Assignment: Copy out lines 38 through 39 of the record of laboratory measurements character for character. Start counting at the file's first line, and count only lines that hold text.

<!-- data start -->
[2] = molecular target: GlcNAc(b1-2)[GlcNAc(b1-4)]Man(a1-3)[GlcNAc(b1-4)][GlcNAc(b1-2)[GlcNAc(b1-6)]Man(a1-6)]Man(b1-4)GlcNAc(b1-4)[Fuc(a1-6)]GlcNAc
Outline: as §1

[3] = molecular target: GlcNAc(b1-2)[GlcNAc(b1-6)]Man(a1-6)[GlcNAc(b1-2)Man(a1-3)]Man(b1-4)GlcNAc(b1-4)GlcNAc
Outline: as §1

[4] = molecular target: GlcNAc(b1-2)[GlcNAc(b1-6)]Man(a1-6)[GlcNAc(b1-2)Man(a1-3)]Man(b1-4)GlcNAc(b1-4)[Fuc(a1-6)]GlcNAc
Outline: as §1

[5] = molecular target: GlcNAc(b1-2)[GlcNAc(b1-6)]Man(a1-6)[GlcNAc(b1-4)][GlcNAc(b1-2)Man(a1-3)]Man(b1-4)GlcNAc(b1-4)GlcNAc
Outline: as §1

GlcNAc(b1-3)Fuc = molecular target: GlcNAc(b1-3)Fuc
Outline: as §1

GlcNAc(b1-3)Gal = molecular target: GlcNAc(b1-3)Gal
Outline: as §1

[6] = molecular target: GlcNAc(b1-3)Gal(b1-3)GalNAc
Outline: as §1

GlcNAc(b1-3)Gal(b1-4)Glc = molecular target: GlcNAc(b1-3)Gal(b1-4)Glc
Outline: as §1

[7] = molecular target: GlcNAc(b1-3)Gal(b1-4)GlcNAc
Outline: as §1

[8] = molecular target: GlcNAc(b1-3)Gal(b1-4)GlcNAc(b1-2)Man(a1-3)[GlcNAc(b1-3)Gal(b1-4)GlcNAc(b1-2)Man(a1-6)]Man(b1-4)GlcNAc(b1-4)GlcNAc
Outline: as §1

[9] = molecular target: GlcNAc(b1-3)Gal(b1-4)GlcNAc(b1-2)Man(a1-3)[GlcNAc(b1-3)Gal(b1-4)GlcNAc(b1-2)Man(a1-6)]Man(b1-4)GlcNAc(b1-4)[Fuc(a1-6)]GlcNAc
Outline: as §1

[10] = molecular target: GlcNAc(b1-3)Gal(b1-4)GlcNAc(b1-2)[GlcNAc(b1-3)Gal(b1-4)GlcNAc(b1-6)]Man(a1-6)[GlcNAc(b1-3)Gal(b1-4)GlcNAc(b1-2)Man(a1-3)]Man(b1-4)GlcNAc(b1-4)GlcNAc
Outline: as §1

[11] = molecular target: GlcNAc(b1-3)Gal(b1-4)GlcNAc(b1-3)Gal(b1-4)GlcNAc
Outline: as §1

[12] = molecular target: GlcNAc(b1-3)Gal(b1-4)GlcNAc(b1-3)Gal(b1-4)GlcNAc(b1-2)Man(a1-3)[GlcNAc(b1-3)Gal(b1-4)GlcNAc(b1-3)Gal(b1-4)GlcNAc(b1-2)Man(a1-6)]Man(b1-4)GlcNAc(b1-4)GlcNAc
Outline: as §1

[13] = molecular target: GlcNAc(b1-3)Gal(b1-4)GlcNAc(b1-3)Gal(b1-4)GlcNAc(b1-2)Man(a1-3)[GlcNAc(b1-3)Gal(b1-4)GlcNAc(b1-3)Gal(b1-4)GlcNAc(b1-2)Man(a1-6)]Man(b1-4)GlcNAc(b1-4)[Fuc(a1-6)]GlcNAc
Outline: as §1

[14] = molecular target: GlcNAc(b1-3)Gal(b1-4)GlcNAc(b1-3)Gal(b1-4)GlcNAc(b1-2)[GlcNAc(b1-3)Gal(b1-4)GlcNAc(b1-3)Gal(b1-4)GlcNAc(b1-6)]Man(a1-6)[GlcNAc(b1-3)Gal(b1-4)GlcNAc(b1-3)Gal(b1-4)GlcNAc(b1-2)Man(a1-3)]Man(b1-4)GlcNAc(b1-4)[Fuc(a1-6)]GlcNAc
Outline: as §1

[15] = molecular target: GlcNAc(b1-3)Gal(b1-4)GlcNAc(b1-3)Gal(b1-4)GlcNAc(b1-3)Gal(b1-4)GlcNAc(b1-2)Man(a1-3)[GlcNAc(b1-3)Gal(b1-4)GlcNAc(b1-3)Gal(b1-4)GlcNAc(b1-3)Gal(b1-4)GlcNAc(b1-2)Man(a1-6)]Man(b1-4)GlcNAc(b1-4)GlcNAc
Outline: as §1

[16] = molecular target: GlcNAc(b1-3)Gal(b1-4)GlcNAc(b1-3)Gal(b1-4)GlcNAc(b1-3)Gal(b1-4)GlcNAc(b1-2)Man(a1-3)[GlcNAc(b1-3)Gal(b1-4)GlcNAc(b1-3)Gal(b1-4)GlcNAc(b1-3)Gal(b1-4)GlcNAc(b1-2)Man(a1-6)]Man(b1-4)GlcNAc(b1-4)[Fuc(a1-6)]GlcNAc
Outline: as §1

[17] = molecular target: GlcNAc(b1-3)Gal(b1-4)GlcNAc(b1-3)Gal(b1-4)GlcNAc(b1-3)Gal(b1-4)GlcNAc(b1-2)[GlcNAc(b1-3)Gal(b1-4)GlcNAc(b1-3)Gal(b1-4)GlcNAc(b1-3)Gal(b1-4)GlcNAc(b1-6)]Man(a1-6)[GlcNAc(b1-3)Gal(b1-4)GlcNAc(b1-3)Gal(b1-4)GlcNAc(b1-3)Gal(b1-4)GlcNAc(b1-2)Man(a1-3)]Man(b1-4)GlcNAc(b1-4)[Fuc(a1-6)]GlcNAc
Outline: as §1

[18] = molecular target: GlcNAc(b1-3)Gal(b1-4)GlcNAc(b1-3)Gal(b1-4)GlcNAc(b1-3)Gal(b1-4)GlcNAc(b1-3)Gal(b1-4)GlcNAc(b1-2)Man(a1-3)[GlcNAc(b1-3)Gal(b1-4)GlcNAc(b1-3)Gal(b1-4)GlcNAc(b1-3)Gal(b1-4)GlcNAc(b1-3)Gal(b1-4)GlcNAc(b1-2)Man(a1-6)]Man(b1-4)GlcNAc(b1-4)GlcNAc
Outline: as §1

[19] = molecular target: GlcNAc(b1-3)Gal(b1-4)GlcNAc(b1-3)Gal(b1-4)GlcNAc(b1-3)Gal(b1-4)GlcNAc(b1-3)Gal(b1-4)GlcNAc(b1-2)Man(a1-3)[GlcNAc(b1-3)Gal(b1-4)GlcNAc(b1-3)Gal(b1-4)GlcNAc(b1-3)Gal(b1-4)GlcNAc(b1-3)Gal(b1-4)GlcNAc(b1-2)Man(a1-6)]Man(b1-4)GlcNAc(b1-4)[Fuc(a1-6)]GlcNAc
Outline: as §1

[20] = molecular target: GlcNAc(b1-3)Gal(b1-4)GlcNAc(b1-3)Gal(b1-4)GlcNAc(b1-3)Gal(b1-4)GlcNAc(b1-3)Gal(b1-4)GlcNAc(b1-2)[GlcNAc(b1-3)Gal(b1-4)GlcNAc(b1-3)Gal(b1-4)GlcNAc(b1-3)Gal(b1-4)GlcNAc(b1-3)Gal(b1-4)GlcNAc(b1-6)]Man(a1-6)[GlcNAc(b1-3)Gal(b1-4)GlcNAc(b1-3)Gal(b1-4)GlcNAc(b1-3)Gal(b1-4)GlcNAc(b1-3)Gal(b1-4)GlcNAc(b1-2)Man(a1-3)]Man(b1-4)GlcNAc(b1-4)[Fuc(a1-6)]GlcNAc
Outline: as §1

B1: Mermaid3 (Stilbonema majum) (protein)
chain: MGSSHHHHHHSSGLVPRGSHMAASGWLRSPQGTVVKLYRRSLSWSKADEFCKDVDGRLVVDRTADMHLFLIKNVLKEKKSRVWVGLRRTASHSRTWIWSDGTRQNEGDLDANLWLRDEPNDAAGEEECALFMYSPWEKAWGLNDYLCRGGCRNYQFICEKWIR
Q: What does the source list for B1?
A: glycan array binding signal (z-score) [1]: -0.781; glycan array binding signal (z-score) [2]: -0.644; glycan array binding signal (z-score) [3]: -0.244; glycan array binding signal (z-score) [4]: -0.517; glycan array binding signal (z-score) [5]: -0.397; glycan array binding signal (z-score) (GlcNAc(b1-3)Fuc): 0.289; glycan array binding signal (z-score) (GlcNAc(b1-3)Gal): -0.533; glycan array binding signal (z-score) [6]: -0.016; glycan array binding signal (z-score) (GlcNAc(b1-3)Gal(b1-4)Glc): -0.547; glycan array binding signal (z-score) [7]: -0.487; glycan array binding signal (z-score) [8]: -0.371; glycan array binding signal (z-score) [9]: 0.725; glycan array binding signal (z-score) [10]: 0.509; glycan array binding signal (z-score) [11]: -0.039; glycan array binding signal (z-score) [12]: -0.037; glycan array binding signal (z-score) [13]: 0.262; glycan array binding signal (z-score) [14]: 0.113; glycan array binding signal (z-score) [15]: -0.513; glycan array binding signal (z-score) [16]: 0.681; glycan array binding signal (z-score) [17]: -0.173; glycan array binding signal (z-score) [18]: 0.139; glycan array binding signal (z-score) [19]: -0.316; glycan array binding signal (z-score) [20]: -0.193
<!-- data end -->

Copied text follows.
Outline: as §1

[18] = molecular target: GlcNAc(b1-3)Gal(b1-4)GlcNAc(b1-3)Gal(b1-4)GlcNAc(b1-3)Gal(b1-4)GlcNAc(b1-3)Gal(b1-4)GlcNAc(b1-2)Man(a1-3)[GlcNAc(b1-3)Gal(b1-4)GlcNAc(b1-3)Gal(b1-4)GlcNAc(b1-3)Gal(b1-4)GlcNAc(b1-3)Gal(b1-4)GlcNAc(b1-2)Man(a1-6)]Man(b1-4)GlcNAc(b1-4)GlcNAc